Wim Wenders' Oscar-nominated documentary gorgeously documents the creative genius of dance maker Pina Bausch.
"Dance, dance ... otherwise we are lost." For German choreographer Pina Bausch these words summed up a life's mission, one cut short by her death at age 68 in 2009. Those fortunate enough to see her Tanztheater Wuppertal in performance knew Bausch as a visionary among contemporary dancemakers. But how best to keep her legacy alive, especially when dance is so notoriously difficult to capture on film?
Thankfully, writer/director Wim Wenders followed Bausch's work for several years, and his Academy Award-nominated "Pina" (2011) is a remarkable -- and likely enduring -- tribute to an artist committed to creating dance theater drawn from humanity's deepest physical and emotional reserves.
Wenders ("Paris, Texas," "Wings of Desire," "Buena Vista Social Club") uses 3-D to shape some of Bausch's signature efforts. He innovates with this technique, placing the viewer on the same plane as the performer. But don't expect a showy "Avatar"-like experience. The 3-D primarily adds depth so the dancers can fully inhabit the onscreen world. In turn we become displaced -- no longer simply observers, we are embedded in Bausch's imagination. This holds true even as Wenders places the dance in different settings -- Wuppertal's monorail, a rocky cliff, an idyllic park. The movement transforms every locale -- and vice versa.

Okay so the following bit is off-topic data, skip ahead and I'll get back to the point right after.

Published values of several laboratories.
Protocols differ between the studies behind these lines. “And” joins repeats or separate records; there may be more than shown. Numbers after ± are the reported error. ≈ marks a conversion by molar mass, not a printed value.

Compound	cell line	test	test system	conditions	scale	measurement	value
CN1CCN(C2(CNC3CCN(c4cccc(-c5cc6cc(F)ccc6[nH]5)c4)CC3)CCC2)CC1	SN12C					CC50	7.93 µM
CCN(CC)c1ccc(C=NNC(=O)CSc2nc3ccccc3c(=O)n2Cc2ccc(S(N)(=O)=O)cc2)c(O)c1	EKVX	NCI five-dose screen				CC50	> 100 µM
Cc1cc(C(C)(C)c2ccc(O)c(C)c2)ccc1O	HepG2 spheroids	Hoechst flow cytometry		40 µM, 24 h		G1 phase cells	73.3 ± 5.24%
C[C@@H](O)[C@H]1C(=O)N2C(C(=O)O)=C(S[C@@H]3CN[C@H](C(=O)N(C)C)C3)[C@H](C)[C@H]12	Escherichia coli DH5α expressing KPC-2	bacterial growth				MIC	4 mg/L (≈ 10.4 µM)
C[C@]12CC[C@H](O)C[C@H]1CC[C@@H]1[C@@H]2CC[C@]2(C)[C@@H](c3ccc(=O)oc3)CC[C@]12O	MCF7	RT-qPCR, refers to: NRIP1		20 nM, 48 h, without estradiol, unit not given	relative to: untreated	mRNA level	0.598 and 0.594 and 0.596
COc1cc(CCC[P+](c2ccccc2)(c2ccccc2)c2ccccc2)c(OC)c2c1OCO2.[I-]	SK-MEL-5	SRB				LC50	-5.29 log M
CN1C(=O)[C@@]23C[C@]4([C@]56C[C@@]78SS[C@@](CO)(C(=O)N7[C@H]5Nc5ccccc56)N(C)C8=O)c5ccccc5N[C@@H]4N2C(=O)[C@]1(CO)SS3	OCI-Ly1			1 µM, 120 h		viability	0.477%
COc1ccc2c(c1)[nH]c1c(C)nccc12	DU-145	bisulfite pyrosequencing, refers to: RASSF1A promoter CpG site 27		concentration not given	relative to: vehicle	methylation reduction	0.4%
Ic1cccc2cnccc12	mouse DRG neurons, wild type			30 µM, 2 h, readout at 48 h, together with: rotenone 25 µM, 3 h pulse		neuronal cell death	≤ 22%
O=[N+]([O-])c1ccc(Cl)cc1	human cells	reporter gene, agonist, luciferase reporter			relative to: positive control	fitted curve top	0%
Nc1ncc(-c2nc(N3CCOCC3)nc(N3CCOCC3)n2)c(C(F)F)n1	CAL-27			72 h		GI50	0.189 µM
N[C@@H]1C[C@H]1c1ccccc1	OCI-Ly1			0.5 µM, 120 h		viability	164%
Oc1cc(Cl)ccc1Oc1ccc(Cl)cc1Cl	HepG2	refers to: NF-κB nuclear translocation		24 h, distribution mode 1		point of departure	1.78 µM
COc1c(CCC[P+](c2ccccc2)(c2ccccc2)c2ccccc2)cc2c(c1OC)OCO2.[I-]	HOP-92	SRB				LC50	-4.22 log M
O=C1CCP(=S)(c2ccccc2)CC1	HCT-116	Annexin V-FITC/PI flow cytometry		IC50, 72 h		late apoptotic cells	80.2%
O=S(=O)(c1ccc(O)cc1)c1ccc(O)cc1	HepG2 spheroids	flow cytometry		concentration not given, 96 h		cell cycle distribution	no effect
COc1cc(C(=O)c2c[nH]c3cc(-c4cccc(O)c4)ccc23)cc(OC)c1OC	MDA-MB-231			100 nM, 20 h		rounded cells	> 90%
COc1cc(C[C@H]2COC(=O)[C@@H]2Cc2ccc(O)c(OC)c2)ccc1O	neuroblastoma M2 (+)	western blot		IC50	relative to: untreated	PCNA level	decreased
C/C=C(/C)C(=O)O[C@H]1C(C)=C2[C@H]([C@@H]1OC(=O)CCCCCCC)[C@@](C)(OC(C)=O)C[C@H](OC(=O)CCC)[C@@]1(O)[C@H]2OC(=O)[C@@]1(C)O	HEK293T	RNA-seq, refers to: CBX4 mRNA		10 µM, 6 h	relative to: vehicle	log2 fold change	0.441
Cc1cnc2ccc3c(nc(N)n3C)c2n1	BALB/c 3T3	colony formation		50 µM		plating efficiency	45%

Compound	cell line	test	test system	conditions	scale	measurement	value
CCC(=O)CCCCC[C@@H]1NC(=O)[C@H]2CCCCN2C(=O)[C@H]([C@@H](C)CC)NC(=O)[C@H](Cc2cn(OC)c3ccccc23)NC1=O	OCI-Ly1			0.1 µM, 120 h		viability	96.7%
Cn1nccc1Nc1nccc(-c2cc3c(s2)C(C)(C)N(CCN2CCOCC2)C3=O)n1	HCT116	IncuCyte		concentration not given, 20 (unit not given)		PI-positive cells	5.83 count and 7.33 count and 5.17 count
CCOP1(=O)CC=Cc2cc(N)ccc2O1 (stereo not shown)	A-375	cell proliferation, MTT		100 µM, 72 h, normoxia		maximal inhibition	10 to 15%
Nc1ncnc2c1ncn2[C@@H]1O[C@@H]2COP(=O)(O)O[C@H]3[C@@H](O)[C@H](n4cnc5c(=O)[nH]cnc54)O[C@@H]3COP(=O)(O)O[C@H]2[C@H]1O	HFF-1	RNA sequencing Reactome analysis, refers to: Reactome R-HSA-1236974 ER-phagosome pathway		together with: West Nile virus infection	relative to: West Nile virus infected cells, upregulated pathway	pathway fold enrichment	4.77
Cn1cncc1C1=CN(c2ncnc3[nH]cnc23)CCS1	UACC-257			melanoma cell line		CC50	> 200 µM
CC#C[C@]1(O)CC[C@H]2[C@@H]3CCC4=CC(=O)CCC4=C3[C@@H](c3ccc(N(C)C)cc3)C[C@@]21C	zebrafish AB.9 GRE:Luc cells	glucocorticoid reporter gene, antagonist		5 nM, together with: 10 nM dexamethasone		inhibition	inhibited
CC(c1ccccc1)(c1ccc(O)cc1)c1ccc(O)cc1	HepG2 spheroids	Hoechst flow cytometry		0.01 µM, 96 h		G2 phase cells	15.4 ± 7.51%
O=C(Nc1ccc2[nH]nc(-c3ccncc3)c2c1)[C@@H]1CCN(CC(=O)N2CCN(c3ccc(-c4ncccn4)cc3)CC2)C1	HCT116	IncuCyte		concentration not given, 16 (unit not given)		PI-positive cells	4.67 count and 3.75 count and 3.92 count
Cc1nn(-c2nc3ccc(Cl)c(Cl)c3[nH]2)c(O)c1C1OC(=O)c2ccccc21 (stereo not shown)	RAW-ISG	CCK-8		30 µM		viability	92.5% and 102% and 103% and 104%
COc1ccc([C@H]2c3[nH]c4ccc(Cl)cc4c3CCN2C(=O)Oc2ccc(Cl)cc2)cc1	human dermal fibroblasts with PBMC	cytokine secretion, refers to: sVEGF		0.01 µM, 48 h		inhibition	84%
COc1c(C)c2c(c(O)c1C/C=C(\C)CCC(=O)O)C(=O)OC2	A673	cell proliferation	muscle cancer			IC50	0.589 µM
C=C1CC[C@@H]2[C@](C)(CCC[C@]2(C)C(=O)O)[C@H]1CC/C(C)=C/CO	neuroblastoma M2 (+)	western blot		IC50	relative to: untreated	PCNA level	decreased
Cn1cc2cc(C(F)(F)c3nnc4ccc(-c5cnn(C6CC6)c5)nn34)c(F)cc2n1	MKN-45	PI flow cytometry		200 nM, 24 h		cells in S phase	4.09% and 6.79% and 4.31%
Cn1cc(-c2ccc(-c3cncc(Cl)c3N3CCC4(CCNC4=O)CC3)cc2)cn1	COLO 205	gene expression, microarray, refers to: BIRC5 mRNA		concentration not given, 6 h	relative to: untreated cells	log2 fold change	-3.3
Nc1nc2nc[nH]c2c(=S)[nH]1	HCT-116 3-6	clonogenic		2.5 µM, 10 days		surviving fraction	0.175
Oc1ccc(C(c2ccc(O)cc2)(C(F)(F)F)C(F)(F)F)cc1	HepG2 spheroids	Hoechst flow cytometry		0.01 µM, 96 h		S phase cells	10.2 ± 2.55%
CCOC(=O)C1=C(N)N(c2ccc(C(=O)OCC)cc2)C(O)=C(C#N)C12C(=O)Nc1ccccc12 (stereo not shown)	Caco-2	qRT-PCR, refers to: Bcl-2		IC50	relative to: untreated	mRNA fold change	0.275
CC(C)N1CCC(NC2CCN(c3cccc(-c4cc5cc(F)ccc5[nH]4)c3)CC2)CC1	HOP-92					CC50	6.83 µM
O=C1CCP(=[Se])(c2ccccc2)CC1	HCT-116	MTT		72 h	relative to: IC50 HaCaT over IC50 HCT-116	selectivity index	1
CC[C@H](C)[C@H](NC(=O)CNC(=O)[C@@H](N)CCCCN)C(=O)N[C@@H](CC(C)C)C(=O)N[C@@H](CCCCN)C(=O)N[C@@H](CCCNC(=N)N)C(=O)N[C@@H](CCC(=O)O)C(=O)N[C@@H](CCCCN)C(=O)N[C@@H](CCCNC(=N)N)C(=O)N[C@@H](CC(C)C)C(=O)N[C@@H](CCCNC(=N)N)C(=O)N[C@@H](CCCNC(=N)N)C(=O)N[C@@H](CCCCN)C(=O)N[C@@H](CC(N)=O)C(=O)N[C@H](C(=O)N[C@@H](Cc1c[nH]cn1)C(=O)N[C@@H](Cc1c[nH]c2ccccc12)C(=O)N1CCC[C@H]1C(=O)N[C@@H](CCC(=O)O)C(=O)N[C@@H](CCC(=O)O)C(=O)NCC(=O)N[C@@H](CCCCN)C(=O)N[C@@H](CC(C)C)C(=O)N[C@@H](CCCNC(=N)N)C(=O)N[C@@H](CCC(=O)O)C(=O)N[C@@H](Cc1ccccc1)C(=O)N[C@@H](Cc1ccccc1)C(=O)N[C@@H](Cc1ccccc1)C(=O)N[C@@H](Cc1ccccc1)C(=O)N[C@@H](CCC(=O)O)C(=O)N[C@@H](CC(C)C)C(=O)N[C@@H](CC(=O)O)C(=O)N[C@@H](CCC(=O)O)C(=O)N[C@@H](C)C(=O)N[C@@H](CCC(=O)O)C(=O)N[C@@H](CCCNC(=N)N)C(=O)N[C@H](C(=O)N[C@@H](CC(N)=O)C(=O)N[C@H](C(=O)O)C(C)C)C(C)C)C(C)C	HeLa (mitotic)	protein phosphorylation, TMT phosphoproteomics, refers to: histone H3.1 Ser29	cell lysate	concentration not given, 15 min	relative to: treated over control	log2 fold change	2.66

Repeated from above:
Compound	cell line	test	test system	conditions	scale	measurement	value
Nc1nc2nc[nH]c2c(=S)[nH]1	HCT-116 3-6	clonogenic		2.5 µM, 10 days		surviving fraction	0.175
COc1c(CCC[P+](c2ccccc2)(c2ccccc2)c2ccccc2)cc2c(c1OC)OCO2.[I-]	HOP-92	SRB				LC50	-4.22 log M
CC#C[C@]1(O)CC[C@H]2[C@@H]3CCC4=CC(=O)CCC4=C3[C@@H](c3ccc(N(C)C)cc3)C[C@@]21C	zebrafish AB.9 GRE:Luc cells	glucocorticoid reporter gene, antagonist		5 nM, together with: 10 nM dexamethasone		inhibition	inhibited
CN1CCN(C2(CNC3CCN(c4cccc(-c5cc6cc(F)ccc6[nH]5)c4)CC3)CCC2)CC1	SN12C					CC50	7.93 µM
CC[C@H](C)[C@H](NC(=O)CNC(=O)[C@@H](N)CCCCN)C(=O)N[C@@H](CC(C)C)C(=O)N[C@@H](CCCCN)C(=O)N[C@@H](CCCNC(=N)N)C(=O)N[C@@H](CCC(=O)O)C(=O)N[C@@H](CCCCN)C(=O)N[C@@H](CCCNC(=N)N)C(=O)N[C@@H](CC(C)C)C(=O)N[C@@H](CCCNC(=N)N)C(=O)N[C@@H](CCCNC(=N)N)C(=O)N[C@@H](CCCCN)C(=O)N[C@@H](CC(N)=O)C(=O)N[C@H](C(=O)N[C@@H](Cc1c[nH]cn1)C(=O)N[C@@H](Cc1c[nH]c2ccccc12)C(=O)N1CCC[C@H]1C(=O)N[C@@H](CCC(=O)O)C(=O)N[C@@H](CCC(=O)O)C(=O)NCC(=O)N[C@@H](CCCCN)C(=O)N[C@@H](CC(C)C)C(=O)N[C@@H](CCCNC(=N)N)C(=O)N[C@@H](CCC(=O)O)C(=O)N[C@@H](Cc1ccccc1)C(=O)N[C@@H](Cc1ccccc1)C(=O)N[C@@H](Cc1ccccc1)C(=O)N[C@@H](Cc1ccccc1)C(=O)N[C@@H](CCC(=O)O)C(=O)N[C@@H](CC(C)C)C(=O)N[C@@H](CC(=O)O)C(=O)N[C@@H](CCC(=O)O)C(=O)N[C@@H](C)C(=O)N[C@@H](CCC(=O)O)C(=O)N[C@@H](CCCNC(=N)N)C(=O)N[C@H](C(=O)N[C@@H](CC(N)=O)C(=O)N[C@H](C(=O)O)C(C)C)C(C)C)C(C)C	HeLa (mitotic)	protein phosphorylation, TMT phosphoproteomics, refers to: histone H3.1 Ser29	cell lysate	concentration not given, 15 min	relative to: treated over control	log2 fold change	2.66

Although the most visceral moments derive from the dance itself (especially excerpts from Bausch's brutal take on "The Rite of Spring") Wenders also wants us to know the artist -- a difficult task because she was so enigmatic. We catch ghostly glimpses of the austere Bausch in performance and rehearsal. We study her dancers' faces in close-up and hear their words in voice-over. Poignant anecdotes reveal a mentor who rarely gave feedback and yet transformed so many lives.
How fortunate we are that "Pina" exists. The film not only celebrates dance with a fresh cinematic perspective but also elevates the audacious act of creativity itself, on the part of both choreographer and the auteur alike.